Montezuma County Highpoint Trip Report
Date: October 24, 2005
For Hesperus, I started from Mancos and drove through
Tamarack Basin to the Sharktooth trailhead. I followed
Mitchler and Covill's route up the black shale gully
from the West Mancos River to a notch in the West ridge.
Lots of loose scree and talus on a trail that
disappears occasionally gets you up the ridge to the summit.
From the top, the traverse over to Lavender
looked doable if a few notches were negotiable.
Only one way to find out. I started down and made pretty
good time until near a deep notch. I had to drop down
quite a ways (about 12,600 ft) to bypass it.
Reclimbingon the other side of the notch, the terrain got
increasingly loose, slabby and icy. After taking a
slipping fall and cutting my arm, I decided that
prudence was the name of the game so I headed back.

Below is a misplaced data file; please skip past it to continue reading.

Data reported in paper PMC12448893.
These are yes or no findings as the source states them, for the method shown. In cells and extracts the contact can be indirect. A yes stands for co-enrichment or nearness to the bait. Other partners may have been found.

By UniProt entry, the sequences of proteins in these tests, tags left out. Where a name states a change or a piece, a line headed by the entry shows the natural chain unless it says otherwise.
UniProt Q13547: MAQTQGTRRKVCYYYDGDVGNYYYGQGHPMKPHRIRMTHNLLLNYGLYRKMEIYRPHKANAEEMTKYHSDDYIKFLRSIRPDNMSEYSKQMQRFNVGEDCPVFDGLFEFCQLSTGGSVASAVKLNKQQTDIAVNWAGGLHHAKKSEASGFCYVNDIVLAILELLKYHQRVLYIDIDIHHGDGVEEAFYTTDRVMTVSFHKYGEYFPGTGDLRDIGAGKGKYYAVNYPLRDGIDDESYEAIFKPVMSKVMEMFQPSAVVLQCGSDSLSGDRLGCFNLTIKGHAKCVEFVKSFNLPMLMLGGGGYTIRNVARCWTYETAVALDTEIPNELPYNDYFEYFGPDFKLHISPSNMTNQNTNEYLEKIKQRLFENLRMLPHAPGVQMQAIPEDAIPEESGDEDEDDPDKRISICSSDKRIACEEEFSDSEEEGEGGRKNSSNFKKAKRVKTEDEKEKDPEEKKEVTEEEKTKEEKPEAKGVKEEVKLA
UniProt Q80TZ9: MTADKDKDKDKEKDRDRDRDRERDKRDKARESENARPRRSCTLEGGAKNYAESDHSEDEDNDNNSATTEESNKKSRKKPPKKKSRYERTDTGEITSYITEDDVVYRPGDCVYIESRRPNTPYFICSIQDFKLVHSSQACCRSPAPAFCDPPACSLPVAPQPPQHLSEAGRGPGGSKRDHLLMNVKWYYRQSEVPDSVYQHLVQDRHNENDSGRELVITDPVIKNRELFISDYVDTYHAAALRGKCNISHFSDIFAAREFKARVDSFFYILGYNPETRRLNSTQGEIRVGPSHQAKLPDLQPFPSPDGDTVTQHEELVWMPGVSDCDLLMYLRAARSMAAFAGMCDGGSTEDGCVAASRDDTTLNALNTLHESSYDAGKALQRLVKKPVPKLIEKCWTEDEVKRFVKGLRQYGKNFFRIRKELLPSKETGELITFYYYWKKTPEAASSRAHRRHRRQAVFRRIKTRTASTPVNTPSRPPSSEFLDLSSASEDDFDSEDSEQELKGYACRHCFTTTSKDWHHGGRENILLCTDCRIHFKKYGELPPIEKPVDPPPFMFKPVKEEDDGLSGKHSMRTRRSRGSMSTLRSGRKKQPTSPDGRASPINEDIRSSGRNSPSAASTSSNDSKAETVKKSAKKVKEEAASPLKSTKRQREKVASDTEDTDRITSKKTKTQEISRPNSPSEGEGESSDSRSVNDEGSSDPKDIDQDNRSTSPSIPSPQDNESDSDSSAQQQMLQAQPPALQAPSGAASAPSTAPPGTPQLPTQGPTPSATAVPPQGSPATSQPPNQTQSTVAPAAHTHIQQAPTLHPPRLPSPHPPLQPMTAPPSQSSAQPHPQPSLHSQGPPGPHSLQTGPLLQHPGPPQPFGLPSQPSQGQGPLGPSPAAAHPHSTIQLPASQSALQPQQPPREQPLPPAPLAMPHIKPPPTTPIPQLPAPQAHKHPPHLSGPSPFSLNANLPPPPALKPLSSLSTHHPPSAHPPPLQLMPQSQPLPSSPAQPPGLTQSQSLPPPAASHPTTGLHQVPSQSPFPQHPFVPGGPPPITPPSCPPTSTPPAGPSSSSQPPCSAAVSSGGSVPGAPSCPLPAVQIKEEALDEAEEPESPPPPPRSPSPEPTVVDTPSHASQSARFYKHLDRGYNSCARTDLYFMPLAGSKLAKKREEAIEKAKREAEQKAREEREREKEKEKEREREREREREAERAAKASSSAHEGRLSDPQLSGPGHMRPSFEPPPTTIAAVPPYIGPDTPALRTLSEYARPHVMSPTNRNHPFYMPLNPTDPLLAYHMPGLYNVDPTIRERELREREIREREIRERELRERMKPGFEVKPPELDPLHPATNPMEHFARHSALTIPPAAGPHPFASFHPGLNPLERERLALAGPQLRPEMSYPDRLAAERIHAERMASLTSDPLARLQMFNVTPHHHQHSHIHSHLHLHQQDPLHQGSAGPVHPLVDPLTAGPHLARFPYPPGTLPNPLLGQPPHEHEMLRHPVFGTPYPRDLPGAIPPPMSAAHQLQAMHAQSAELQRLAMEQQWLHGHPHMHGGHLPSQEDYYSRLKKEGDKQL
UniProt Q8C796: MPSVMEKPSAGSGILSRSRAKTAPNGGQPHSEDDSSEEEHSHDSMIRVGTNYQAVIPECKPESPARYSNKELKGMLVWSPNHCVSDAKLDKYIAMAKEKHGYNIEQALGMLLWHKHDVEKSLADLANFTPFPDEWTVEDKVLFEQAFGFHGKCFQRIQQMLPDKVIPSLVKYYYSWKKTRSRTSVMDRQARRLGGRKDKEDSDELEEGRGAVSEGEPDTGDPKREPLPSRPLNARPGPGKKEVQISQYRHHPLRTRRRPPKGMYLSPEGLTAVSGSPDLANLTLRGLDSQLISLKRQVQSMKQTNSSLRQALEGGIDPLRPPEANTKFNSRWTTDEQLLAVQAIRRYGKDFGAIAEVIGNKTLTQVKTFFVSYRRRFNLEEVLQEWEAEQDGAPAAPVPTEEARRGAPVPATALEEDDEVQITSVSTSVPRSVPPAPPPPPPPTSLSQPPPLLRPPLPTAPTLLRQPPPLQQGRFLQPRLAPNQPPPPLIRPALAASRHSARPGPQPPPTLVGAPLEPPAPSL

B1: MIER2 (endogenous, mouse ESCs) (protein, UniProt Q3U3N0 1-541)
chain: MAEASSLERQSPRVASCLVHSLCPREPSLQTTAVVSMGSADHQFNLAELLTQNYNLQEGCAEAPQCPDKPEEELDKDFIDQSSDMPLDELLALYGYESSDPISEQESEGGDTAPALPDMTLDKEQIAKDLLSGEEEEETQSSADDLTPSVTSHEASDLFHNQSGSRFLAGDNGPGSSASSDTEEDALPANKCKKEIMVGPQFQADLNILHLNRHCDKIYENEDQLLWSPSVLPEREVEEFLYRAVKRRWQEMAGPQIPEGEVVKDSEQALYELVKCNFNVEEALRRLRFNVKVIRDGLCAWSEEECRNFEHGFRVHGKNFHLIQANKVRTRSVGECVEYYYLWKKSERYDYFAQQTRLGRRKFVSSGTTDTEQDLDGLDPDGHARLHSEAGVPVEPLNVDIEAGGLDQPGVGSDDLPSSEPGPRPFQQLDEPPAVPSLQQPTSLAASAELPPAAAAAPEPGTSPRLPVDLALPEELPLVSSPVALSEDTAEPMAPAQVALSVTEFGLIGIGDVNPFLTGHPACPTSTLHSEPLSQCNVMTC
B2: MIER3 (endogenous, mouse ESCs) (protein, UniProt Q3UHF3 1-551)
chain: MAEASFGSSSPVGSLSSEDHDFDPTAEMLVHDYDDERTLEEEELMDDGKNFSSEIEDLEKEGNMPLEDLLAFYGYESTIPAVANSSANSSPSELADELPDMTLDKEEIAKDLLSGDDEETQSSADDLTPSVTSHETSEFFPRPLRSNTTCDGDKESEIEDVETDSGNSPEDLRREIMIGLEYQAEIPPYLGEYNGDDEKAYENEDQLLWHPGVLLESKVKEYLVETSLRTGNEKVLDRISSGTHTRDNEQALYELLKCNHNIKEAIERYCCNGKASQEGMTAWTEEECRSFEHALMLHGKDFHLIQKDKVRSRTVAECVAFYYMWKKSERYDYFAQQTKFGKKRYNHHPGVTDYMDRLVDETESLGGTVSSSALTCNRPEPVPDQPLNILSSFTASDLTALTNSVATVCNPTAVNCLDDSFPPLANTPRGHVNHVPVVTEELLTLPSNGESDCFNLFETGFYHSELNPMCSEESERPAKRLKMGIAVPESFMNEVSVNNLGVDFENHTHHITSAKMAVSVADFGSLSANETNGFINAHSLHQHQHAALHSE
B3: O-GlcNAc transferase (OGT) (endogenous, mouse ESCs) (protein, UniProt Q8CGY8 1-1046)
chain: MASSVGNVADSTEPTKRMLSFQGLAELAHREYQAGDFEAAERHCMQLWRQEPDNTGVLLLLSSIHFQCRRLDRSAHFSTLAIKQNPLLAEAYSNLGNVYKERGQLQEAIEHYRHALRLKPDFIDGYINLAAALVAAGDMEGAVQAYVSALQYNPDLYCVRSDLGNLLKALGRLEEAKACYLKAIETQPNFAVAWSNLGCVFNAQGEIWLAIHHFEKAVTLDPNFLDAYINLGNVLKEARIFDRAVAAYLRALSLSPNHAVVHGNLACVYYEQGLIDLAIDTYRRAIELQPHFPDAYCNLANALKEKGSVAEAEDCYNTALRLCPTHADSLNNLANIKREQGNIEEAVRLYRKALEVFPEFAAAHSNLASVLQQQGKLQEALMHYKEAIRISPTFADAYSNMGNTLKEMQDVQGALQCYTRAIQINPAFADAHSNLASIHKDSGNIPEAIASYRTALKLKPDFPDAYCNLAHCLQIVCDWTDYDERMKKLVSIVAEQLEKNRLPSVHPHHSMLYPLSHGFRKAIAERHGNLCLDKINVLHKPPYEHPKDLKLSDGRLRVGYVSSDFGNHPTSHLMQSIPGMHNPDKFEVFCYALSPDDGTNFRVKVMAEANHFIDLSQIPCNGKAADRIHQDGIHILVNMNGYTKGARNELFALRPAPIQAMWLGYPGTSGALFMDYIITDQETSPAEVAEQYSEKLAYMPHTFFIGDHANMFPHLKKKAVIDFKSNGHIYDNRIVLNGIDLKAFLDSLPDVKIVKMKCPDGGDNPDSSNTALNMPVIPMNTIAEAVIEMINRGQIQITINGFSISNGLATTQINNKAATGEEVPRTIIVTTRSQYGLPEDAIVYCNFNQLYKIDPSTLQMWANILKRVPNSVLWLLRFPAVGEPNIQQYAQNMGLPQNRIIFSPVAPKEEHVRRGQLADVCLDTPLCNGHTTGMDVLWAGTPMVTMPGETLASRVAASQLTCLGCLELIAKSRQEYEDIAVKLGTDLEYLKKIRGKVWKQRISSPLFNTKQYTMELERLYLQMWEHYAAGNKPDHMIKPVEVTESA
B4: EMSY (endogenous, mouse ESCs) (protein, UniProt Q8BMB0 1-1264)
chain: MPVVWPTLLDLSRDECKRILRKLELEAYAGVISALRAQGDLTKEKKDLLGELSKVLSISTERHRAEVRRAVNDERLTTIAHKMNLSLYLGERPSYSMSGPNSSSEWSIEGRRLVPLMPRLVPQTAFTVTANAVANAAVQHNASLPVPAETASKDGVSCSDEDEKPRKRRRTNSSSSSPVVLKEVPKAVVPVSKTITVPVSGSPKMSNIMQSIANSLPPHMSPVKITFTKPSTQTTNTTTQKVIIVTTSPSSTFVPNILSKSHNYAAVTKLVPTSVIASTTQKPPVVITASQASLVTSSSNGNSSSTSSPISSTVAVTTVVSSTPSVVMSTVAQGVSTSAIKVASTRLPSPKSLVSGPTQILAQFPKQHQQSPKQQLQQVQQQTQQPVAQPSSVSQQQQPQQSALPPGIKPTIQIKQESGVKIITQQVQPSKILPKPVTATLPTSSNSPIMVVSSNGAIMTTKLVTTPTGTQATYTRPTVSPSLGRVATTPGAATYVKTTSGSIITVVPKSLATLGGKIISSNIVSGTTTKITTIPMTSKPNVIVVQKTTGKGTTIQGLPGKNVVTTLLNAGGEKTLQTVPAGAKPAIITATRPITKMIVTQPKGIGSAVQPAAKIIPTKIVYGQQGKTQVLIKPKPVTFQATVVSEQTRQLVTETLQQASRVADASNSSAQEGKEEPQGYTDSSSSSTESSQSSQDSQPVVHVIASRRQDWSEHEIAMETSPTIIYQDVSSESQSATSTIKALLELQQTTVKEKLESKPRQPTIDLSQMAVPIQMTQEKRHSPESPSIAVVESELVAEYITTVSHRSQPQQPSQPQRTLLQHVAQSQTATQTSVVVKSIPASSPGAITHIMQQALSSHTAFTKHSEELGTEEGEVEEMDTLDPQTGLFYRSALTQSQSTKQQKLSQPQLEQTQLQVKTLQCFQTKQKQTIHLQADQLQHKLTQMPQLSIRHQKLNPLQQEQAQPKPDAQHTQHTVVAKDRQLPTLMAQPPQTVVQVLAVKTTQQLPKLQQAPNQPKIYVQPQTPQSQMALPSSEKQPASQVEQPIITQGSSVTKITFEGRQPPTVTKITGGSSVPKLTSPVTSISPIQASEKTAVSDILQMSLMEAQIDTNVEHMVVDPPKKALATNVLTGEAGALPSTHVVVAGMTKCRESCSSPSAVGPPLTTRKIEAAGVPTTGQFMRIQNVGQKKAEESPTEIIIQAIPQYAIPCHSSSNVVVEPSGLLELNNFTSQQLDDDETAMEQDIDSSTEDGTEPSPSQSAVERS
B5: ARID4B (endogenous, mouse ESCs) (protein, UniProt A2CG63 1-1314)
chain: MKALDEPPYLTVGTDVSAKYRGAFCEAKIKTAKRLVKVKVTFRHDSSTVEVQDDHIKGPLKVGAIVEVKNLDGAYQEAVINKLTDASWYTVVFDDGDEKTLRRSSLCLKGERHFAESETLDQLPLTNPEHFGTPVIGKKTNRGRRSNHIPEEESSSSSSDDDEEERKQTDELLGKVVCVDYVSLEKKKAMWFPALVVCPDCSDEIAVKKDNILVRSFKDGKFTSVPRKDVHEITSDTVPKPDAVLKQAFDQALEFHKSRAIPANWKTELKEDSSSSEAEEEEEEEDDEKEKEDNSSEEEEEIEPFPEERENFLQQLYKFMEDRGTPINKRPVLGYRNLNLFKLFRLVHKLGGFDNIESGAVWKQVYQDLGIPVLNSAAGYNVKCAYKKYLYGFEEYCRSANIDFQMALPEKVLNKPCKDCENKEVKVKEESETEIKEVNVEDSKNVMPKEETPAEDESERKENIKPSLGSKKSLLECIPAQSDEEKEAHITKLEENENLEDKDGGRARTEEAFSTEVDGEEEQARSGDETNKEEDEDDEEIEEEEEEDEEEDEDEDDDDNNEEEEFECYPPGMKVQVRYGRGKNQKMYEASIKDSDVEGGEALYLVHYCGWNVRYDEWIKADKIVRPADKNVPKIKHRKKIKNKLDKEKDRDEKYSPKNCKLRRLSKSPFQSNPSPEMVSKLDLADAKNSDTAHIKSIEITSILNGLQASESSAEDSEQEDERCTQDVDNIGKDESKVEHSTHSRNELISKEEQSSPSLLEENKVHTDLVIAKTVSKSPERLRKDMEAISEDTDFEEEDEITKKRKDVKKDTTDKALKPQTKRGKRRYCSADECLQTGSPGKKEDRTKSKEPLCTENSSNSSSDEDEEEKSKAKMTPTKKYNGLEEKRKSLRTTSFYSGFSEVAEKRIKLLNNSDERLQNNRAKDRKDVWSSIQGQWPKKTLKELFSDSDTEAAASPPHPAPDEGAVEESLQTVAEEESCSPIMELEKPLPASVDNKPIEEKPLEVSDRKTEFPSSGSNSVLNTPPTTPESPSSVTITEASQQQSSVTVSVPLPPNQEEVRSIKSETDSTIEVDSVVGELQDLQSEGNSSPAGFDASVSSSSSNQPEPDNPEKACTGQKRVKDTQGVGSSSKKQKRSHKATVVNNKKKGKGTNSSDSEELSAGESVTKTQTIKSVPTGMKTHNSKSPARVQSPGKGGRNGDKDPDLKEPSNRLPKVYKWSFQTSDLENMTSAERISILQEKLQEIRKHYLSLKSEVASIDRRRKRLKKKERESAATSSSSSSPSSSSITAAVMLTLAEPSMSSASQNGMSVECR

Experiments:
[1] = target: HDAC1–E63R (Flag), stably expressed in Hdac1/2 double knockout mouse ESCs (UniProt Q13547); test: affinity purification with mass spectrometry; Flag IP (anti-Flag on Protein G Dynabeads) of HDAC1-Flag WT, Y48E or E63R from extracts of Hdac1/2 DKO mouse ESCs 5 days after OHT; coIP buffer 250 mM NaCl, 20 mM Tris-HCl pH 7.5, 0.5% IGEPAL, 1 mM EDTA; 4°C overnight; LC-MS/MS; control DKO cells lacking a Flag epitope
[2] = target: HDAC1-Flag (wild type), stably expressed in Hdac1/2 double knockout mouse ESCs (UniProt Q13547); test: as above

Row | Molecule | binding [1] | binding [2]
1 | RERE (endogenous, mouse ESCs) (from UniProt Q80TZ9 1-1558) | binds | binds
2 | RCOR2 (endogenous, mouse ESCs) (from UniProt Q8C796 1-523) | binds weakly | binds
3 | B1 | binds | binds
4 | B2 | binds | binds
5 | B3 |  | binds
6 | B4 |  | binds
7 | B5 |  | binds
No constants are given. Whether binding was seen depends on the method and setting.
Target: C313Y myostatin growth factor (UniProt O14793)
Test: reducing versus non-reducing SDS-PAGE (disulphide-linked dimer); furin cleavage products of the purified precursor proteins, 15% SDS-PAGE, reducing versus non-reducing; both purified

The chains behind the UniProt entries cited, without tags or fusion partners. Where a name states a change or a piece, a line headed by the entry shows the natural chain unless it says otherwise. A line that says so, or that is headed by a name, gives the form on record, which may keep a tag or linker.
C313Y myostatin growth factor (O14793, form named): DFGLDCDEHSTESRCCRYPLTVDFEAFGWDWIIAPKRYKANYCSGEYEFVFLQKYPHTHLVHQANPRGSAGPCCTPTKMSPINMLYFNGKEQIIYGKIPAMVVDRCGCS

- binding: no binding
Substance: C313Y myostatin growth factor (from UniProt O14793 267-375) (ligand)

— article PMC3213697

On the way back, about 200 ft east of the lowest notch,
I met two climbers (Joe and Heff) who were roped and were
headed to Lavender. After a bit of conversation,
they invited me to rope in with them and I jumped at the chance.
As we passed the area where I turned around,
we approached the blocky and solid twin summits.
I had just spent almost 3 hours on the ridge (time flies
when you're having fun) and I was wiped out after
negotiating the summit blocks.
I had leveled to Lavender from Hesperus and Lavender looked lower
(through my El Cheapo level). Sighting back to
Hesperus from Lavender gave the same results. Given
the spire-like shape of Lavender, I can't see how the USGS
could have left off two contours.
After a good rest, we returned to the notch area, unroped and started down,
first some slabby stuff and then some talus and scree
which we negotiated in a controlled fall.
I sure wouldn't want to climb up this loose, crappy slope.
The next morning, I climbed Centennial Peak from Sharktooth Pass.
The ridge over to Lavender from there
looked horrendous. I'll let someone else attempt that one.
Author: Bill Schuler